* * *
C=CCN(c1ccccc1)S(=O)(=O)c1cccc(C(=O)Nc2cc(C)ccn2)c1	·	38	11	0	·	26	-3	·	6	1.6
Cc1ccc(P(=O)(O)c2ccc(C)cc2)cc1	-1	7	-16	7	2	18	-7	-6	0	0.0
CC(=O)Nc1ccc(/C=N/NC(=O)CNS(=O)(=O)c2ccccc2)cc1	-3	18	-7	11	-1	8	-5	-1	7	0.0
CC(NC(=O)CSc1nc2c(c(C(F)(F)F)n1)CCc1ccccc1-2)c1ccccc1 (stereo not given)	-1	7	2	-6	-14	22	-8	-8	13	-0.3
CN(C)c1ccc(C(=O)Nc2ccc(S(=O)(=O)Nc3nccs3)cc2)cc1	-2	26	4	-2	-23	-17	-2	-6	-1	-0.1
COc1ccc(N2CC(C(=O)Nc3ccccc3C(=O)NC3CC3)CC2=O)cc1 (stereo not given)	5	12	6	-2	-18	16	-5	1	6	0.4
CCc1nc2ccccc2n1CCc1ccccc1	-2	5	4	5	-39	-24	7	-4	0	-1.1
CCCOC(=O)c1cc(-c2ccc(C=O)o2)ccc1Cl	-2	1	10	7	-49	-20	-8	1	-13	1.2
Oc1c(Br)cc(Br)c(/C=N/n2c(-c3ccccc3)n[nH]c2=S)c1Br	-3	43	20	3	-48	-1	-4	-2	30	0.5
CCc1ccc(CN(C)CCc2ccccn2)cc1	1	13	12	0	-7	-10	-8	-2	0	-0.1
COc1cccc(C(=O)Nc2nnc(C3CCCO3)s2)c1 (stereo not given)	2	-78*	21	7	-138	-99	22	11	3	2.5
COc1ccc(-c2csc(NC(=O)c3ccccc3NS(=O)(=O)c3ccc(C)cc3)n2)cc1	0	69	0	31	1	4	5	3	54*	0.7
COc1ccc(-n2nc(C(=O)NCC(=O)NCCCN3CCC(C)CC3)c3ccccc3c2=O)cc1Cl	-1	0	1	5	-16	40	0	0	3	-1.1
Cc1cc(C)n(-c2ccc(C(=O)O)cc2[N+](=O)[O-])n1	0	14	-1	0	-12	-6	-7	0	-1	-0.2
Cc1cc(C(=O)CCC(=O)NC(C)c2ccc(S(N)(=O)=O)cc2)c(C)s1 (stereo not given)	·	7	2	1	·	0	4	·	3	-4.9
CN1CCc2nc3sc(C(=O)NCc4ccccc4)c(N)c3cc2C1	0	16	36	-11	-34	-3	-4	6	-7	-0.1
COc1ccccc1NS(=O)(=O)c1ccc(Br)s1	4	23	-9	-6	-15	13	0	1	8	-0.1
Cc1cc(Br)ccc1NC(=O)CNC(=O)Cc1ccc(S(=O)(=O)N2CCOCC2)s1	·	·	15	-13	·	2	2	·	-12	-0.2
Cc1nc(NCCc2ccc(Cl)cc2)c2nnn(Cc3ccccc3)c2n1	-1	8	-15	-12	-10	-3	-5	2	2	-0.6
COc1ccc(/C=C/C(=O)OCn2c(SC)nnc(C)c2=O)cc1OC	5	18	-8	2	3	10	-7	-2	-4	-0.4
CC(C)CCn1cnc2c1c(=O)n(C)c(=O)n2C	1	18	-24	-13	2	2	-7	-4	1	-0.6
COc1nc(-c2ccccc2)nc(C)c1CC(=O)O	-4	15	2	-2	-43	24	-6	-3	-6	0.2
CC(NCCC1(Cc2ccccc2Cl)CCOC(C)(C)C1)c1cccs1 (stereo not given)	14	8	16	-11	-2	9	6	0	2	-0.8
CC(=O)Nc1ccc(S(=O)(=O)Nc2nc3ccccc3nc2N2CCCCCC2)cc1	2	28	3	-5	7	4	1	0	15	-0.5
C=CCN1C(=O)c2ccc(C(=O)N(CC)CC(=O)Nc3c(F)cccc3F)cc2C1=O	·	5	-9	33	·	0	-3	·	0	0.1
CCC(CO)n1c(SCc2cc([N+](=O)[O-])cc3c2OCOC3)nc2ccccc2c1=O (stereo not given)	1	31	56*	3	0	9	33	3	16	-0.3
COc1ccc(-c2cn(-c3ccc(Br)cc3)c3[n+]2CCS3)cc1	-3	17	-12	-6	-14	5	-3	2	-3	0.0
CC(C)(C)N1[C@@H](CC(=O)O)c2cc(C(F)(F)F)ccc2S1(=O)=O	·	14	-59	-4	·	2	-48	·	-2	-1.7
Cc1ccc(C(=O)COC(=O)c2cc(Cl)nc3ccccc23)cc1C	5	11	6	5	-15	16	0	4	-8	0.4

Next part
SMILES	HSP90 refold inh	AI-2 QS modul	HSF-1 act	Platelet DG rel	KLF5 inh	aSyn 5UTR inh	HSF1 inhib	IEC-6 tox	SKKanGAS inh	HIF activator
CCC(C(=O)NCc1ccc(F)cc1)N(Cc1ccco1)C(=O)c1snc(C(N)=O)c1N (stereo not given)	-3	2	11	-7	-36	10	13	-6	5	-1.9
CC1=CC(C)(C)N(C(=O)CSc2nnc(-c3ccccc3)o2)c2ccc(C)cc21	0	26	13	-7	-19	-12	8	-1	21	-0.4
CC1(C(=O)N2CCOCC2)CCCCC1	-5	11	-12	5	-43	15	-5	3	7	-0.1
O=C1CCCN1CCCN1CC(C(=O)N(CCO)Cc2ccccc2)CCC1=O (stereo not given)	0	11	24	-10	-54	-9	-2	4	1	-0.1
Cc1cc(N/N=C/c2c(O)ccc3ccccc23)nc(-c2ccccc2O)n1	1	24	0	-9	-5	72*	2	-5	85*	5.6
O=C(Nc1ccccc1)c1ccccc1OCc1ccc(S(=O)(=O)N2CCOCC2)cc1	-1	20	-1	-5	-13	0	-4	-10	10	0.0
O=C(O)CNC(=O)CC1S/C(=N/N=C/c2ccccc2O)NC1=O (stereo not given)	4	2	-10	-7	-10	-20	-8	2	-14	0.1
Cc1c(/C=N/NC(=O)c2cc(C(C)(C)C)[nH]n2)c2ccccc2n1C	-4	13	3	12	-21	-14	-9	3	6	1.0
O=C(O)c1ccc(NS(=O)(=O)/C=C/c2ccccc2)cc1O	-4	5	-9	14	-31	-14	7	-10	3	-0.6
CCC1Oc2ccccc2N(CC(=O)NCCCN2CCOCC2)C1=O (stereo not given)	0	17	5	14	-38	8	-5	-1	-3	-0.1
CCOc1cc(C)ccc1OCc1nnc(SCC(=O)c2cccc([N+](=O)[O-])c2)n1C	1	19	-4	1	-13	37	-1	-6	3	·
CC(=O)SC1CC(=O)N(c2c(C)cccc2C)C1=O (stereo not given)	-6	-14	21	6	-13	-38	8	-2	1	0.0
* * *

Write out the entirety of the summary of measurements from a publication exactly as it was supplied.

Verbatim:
C=CCN(c1ccccc1)S(=O)(=O)c1cccc(C(=O)Nc2cc(C)ccn2)c1	·	38	11	0	·	26	-3	·	6	1.6
Cc1ccc(P(=O)(O)c2ccc(C)cc2)cc1	-1	7	-16	7	2	18	-7	-6	0	0.0
CC(=O)Nc1ccc(/C=N/NC(=O)CNS(=O)(=O)c2ccccc2)cc1	-3	18	-7	11	-1	8	-5	-1	7	0.0
CC(NC(=O)CSc1nc2c(c(C(F)(F)F)n1)CCc1ccccc1-2)c1ccccc1 (stereo not given)	-1	7	2	-6	-14	22	-8	-8	13	-0.3
CN(C)c1ccc(C(=O)Nc2ccc(S(=O)(=O)Nc3nccs3)cc2)cc1	-2	26	4	-2	-23	-17	-2	-6	-1	-0.1
COc1ccc(N2CC(C(=O)Nc3ccccc3C(=O)NC3CC3)CC2=O)cc1 (stereo not given)	5	12	6	-2	-18	16	-5	1	6	0.4
CCc1nc2ccccc2n1CCc1ccccc1	-2	5	4	5	-39	-24	7	-4	0	-1.1
CCCOC(=O)c1cc(-c2ccc(C=O)o2)ccc1Cl	-2	1	10	7	-49	-20	-8	1	-13	1.2
Oc1c(Br)cc(Br)c(/C=N/n2c(-c3ccccc3)n[nH]c2=S)c1Br	-3	43	20	3	-48	-1	-4	-2	30	0.5
CCc1ccc(CN(C)CCc2ccccn2)cc1	1	13	12	0	-7	-10	-8	-2	0	-0.1
COc1cccc(C(=O)Nc2nnc(C3CCCO3)s2)c1 (stereo not given)	2	-78*	21	7	-138	-99	22	11	3	2.5
COc1ccc(-c2csc(NC(=O)c3ccccc3NS(=O)(=O)c3ccc(C)cc3)n2)cc1	0	69	0	31	1	4	5	3	54*	0.7
COc1ccc(-n2nc(C(=O)NCC(=O)NCCCN3CCC(C)CC3)c3ccccc3c2=O)cc1Cl	-1	0	1	5	-16	40	0	0	3	-1.1
Cc1cc(C)n(-c2ccc(C(=O)O)cc2[N+](=O)[O-])n1	0	14	-1	0	-12	-6	-7	0	-1	-0.2
Cc1cc(C(=O)CCC(=O)NC(C)c2ccc(S(N)(=O)=O)cc2)c(C)s1 (stereo not given)	·	7	2	1	·	0	4	·	3	-4.9
CN1CCc2nc3sc(C(=O)NCc4ccccc4)c(N)c3cc2C1	0	16	36	-11	-34	-3	-4	6	-7	-0.1
COc1ccccc1NS(=O)(=O)c1ccc(Br)s1	4	23	-9	-6	-15	13	0	1	8	-0.1
Cc1cc(Br)ccc1NC(=O)CNC(=O)Cc1ccc(S(=O)(=O)N2CCOCC2)s1	·	·	15	-13	·	2	2	·	-12	-0.2
Cc1nc(NCCc2ccc(Cl)cc2)c2nnn(Cc3ccccc3)c2n1	-1	8	-15	-12	-10	-3	-5	2	2	-0.6
COc1ccc(/C=C/C(=O)OCn2c(SC)nnc(C)c2=O)cc1OC	5	18	-8	2	3	10	-7	-2	-4	-0.4
CC(C)CCn1cnc2c1c(=O)n(C)c(=O)n2C	1	18	-24	-13	2	2	-7	-4	1	-0.6
COc1nc(-c2ccccc2)nc(C)c1CC(=O)O	-4	15	2	-2	-43	24	-6	-3	-6	0.2
CC(NCCC1(Cc2ccccc2Cl)CCOC(C)(C)C1)c1cccs1 (stereo not given)	14	8	16	-11	-2	9	6	0	2	-0.8
CC(=O)Nc1ccc(S(=O)(=O)Nc2nc3ccccc3nc2N2CCCCCC2)cc1	2	28	3	-5	7	4	1	0	15	-0.5
C=CCN1C(=O)c2ccc(C(=O)N(CC)CC(=O)Nc3c(F)cccc3F)cc2C1=O	·	5	-9	33	·	0	-3	·	0	0.1
CCC(CO)n1c(SCc2cc([N+](=O)[O-])cc3c2OCOC3)nc2ccccc2c1=O (stereo not given)	1	31	56*	3	0	9	33	3	16	-0.3
COc1ccc(-c2cn(-c3ccc(Br)cc3)c3[n+]2CCS3)cc1	-3	17	-12	-6	-14	5	-3	2	-3	0.0
CC(C)(C)N1[C@@H](CC(=O)O)c2cc(C(F)(F)F)ccc2S1(=O)=O	·	14	-59	-4	·	2	-48	·	-2	-1.7
Cc1ccc(C(=O)COC(=O)c2cc(Cl)nc3ccccc23)cc1C	5	11	6	5	-15	16	0	4	-8	0.4

Next part
SMILES	HSP90 refold inh	AI-2 QS modul	HSF-1 act	Platelet DG rel	KLF5 inh	aSyn 5UTR inh	HSF1 inhib	IEC-6 tox	SKKanGAS inh	HIF activator
CCC(C(=O)NCc1ccc(F)cc1)N(Cc1ccco1)C(=O)c1snc(C(N)=O)c1N (stereo not given)	-3	2	11	-7	-36	10	13	-6	5	-1.9
CC1=CC(C)(C)N(C(=O)CSc2nnc(-c3ccccc3)o2)c2ccc(C)cc21	0	26	13	-7	-19	-12	8	-1	21	-0.4
CC1(C(=O)N2CCOCC2)CCCCC1	-5	11	-12	5	-43	15	-5	3	7	-0.1
O=C1CCCN1CCCN1CC(C(=O)N(CCO)Cc2ccccc2)CCC1=O (stereo not given)	0	11	24	-10	-54	-9	-2	4	1	-0.1
Cc1cc(N/N=C/c2c(O)ccc3ccccc23)nc(-c2ccccc2O)n1	1	24	0	-9	-5	72*	2	-5	85*	5.6
O=C(Nc1ccccc1)c1ccccc1OCc1ccc(S(=O)(=O)N2CCOCC2)cc1	-1	20	-1	-5	-13	0	-4	-10	10	0.0
O=C(O)CNC(=O)CC1S/C(=N/N=C/c2ccccc2O)NC1=O (stereo not given)	4	2	-10	-7	-10	-20	-8	2	-14	0.1
Cc1c(/C=N/NC(=O)c2cc(C(C)(C)C)[nH]n2)c2ccccc2n1C	-4	13	3	12	-21	-14	-9	3	6	1.0
O=C(O)c1ccc(NS(=O)(=O)/C=C/c2ccccc2)cc1O	-4	5	-9	14	-31	-14	7	-10	3	-0.6
CCC1Oc2ccccc2N(CC(=O)NCCCN2CCOCC2)C1=O (stereo not given)	0	17	5	14	-38	8	-5	-1	-3	-0.1
CCOc1cc(C)ccc1OCc1nnc(SCC(=O)c2cccc([N+](=O)[O-])c2)n1C	1	19	-4	1	-13	37	-1	-6	3	·
CC(=O)SC1CC(=O)N(c2c(C)cccc2C)C1=O (stereo not given)	-6	-14	21	6	-13	-38	8	-2	1	0.0